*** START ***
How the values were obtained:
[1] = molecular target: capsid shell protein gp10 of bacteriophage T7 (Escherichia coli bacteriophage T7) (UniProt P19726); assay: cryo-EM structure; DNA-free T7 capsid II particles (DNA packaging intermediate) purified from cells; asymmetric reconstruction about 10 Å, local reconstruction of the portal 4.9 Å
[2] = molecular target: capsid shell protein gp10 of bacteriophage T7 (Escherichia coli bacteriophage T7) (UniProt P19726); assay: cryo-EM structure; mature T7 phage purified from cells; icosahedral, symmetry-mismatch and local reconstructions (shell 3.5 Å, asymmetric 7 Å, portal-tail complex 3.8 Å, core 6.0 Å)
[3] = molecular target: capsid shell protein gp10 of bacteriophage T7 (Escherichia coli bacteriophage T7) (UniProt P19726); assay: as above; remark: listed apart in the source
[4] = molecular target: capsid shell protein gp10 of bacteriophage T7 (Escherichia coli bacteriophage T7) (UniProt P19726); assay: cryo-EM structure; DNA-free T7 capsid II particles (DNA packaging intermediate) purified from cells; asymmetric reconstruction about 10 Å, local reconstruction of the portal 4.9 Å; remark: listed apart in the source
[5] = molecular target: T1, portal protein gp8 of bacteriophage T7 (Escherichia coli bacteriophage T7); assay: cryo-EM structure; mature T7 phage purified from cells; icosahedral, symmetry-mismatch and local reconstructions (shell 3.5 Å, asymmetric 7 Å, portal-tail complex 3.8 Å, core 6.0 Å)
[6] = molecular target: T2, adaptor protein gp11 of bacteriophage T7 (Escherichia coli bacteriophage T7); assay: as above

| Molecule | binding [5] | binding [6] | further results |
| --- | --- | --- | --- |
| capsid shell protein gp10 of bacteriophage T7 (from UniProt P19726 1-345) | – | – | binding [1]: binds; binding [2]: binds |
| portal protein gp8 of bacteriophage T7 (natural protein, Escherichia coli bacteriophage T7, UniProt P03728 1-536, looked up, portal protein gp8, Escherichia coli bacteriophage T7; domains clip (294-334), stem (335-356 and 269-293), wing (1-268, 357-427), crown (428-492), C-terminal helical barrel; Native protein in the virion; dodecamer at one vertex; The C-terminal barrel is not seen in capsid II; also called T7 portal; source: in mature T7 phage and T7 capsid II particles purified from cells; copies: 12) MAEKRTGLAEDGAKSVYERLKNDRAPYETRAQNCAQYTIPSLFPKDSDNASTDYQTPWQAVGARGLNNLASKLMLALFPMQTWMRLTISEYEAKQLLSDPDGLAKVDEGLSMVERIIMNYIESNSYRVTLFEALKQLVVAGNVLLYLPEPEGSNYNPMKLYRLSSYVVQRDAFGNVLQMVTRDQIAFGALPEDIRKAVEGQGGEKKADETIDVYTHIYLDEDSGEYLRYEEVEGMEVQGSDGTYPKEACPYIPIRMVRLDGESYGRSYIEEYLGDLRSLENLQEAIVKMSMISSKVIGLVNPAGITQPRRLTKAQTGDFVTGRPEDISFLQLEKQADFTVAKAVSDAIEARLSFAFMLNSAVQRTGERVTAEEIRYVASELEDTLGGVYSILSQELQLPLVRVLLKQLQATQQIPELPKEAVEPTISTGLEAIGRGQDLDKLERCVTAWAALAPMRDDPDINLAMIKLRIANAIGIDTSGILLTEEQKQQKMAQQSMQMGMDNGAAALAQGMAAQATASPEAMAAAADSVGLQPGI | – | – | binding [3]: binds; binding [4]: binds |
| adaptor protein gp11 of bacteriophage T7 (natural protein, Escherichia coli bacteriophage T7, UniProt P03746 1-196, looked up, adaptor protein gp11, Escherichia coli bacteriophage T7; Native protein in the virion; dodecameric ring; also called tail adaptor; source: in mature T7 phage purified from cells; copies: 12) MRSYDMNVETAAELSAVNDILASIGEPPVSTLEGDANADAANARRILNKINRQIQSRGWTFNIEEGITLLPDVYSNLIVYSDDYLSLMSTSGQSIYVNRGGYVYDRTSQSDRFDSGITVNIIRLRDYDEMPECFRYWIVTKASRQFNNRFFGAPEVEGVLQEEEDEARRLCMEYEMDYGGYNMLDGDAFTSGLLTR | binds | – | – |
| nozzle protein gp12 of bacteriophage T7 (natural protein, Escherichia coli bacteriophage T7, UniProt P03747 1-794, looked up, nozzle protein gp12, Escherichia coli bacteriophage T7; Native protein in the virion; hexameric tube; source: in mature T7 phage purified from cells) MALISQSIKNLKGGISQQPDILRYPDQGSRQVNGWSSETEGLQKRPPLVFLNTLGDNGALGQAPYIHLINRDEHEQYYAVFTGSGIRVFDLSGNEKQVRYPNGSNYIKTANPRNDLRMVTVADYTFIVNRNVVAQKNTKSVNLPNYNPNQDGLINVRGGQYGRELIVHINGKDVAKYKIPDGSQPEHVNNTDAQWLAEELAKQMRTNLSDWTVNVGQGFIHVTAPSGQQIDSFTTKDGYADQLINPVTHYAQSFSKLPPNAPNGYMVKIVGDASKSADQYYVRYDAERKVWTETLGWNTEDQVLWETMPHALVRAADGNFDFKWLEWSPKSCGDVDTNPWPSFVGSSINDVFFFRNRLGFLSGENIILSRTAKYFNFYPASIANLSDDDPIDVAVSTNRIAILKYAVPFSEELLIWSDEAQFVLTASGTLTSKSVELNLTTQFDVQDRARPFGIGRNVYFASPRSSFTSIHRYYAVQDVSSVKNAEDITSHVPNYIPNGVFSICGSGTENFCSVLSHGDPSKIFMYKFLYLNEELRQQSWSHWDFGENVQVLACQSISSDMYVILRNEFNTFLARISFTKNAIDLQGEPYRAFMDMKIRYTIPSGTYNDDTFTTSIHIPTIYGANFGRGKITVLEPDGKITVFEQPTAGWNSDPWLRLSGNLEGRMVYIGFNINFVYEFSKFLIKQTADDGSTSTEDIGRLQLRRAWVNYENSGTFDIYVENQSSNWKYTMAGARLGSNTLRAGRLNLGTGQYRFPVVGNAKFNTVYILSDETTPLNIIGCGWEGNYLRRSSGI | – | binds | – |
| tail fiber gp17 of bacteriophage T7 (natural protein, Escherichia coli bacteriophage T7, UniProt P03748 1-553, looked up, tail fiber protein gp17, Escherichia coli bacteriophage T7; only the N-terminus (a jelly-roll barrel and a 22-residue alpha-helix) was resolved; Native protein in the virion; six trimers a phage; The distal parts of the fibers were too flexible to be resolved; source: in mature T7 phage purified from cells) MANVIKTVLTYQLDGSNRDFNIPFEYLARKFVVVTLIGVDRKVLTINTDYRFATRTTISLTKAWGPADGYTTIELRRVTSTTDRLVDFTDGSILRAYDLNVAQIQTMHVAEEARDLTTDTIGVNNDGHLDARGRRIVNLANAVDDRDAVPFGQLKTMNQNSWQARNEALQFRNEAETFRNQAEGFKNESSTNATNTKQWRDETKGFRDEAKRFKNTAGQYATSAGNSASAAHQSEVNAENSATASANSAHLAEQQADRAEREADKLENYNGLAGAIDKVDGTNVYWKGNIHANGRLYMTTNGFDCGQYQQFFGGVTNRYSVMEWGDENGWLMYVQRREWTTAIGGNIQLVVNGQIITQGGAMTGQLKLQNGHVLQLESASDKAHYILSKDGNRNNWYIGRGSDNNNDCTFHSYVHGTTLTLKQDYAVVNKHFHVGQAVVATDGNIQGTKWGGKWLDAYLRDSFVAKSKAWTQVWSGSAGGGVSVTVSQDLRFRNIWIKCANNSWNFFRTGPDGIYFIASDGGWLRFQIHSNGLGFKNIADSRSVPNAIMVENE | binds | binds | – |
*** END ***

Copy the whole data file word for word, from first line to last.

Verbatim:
How the values were obtained:
[1] = molecular target: capsid shell protein gp10 of bacteriophage T7 (Escherichia coli bacteriophage T7) (UniProt P19726); assay: cryo-EM structure; DNA-free T7 capsid II particles (DNA packaging intermediate) purified from cells; asymmetric reconstruction about 10 Å, local reconstruction of the portal 4.9 Å
[2] = molecular target: capsid shell protein gp10 of bacteriophage T7 (Escherichia coli bacteriophage T7) (UniProt P19726); assay: cryo-EM structure; mature T7 phage purified from cells; icosahedral, symmetry-mismatch and local reconstructions (shell 3.5 Å, asymmetric 7 Å, portal-tail complex 3.8 Å, core 6.0 Å)
[3] = molecular target: capsid shell protein gp10 of bacteriophage T7 (Escherichia coli bacteriophage T7) (UniProt P19726); assay: as above; remark: listed apart in the source
[4] = molecular target: capsid shell protein gp10 of bacteriophage T7 (Escherichia coli bacteriophage T7) (UniProt P19726); assay: cryo-EM structure; DNA-free T7 capsid II particles (DNA packaging intermediate) purified from cells; asymmetric reconstruction about 10 Å, local reconstruction of the portal 4.9 Å; remark: listed apart in the source
[5] = molecular target: T1, portal protein gp8 of bacteriophage T7 (Escherichia coli bacteriophage T7); assay: cryo-EM structure; mature T7 phage purified from cells; icosahedral, symmetry-mismatch and local reconstructions (shell 3.5 Å, asymmetric 7 Å, portal-tail complex 3.8 Å, core 6.0 Å)
[6] = molecular target: T2, adaptor protein gp11 of bacteriophage T7 (Escherichia coli bacteriophage T7); assay: as above

| Molecule | binding [5] | binding [6] | further results |
| --- | --- | --- | --- |
| capsid shell protein gp10 of bacteriophage T7 (from UniProt P19726 1-345) | – | – | binding [1]: binds; binding [2]: binds |
| portal protein gp8 of bacteriophage T7 (natural protein, Escherichia coli bacteriophage T7, UniProt P03728 1-536, looked up, portal protein gp8, Escherichia coli bacteriophage T7; domains clip (294-334), stem (335-356 and 269-293), wing (1-268, 357-427), crown (428-492), C-terminal helical barrel; Native protein in the virion; dodecamer at one vertex; The C-terminal barrel is not seen in capsid II; also called T7 portal; source: in mature T7 phage and T7 capsid II particles purified from cells; copies: 12) MAEKRTGLAEDGAKSVYERLKNDRAPYETRAQNCAQYTIPSLFPKDSDNASTDYQTPWQAVGARGLNNLASKLMLALFPMQTWMRLTISEYEAKQLLSDPDGLAKVDEGLSMVERIIMNYIESNSYRVTLFEALKQLVVAGNVLLYLPEPEGSNYNPMKLYRLSSYVVQRDAFGNVLQMVTRDQIAFGALPEDIRKAVEGQGGEKKADETIDVYTHIYLDEDSGEYLRYEEVEGMEVQGSDGTYPKEACPYIPIRMVRLDGESYGRSYIEEYLGDLRSLENLQEAIVKMSMISSKVIGLVNPAGITQPRRLTKAQTGDFVTGRPEDISFLQLEKQADFTVAKAVSDAIEARLSFAFMLNSAVQRTGERVTAEEIRYVASELEDTLGGVYSILSQELQLPLVRVLLKQLQATQQIPELPKEAVEPTISTGLEAIGRGQDLDKLERCVTAWAALAPMRDDPDINLAMIKLRIANAIGIDTSGILLTEEQKQQKMAQQSMQMGMDNGAAALAQGMAAQATASPEAMAAAADSVGLQPGI | – | – | binding [3]: binds; binding [4]: binds |
| adaptor protein gp11 of bacteriophage T7 (natural protein, Escherichia coli bacteriophage T7, UniProt P03746 1-196, looked up, adaptor protein gp11, Escherichia coli bacteriophage T7; Native protein in the virion; dodecameric ring; also called tail adaptor; source: in mature T7 phage purified from cells; copies: 12) MRSYDMNVETAAELSAVNDILASIGEPPVSTLEGDANADAANARRILNKINRQIQSRGWTFNIEEGITLLPDVYSNLIVYSDDYLSLMSTSGQSIYVNRGGYVYDRTSQSDRFDSGITVNIIRLRDYDEMPECFRYWIVTKASRQFNNRFFGAPEVEGVLQEEEDEARRLCMEYEMDYGGYNMLDGDAFTSGLLTR | binds | – | – |
| nozzle protein gp12 of bacteriophage T7 (natural protein, Escherichia coli bacteriophage T7, UniProt P03747 1-794, looked up, nozzle protein gp12, Escherichia coli bacteriophage T7; Native protein in the virion; hexameric tube; source: in mature T7 phage purified from cells) MALISQSIKNLKGGISQQPDILRYPDQGSRQVNGWSSETEGLQKRPPLVFLNTLGDNGALGQAPYIHLINRDEHEQYYAVFTGSGIRVFDLSGNEKQVRYPNGSNYIKTANPRNDLRMVTVADYTFIVNRNVVAQKNTKSVNLPNYNPNQDGLINVRGGQYGRELIVHINGKDVAKYKIPDGSQPEHVNNTDAQWLAEELAKQMRTNLSDWTVNVGQGFIHVTAPSGQQIDSFTTKDGYADQLINPVTHYAQSFSKLPPNAPNGYMVKIVGDASKSADQYYVRYDAERKVWTETLGWNTEDQVLWETMPHALVRAADGNFDFKWLEWSPKSCGDVDTNPWPSFVGSSINDVFFFRNRLGFLSGENIILSRTAKYFNFYPASIANLSDDDPIDVAVSTNRIAILKYAVPFSEELLIWSDEAQFVLTASGTLTSKSVELNLTTQFDVQDRARPFGIGRNVYFASPRSSFTSIHRYYAVQDVSSVKNAEDITSHVPNYIPNGVFSICGSGTENFCSVLSHGDPSKIFMYKFLYLNEELRQQSWSHWDFGENVQVLACQSISSDMYVILRNEFNTFLARISFTKNAIDLQGEPYRAFMDMKIRYTIPSGTYNDDTFTTSIHIPTIYGANFGRGKITVLEPDGKITVFEQPTAGWNSDPWLRLSGNLEGRMVYIGFNINFVYEFSKFLIKQTADDGSTSTEDIGRLQLRRAWVNYENSGTFDIYVENQSSNWKYTMAGARLGSNTLRAGRLNLGTGQYRFPVVGNAKFNTVYILSDETTPLNIIGCGWEGNYLRRSSGI | – | binds | – |
| tail fiber gp17 of bacteriophage T7 (natural protein, Escherichia coli bacteriophage T7, UniProt P03748 1-553, looked up, tail fiber protein gp17, Escherichia coli bacteriophage T7; only the N-terminus (a jelly-roll barrel and a 22-residue alpha-helix) was resolved; Native protein in the virion; six trimers a phage; The distal parts of the fibers were too flexible to be resolved; source: in mature T7 phage purified from cells) MANVIKTVLTYQLDGSNRDFNIPFEYLARKFVVVTLIGVDRKVLTINTDYRFATRTTISLTKAWGPADGYTTIELRRVTSTTDRLVDFTDGSILRAYDLNVAQIQTMHVAEEARDLTTDTIGVNNDGHLDARGRRIVNLANAVDDRDAVPFGQLKTMNQNSWQARNEALQFRNEAETFRNQAEGFKNESSTNATNTKQWRDETKGFRDEAKRFKNTAGQYATSAGNSASAAHQSEVNAENSATASANSAHLAEQQADRAEREADKLENYNGLAGAIDKVDGTNVYWKGNIHANGRLYMTTNGFDCGQYQQFFGGVTNRYSVMEWGDENGWLMYVQRREWTTAIGGNIQLVVNGQIITQGGAMTGQLKLQNGHVLQLESASDKAHYILSKDGNRNNWYIGRGSDNNNDCTFHSYVHGTTLTLKQDYAVVNKHFHVGQAVVATDGNIQGTKWGGKWLDAYLRDSFVAKSKAWTQVWSGSAGGGVSVTVSQDLRFRNIWIKCANNSWNFFRTGPDGIYFIASDGGWLRFQIHSNGLGFKNIADSRSVPNAIMVENE | binds | binds | – |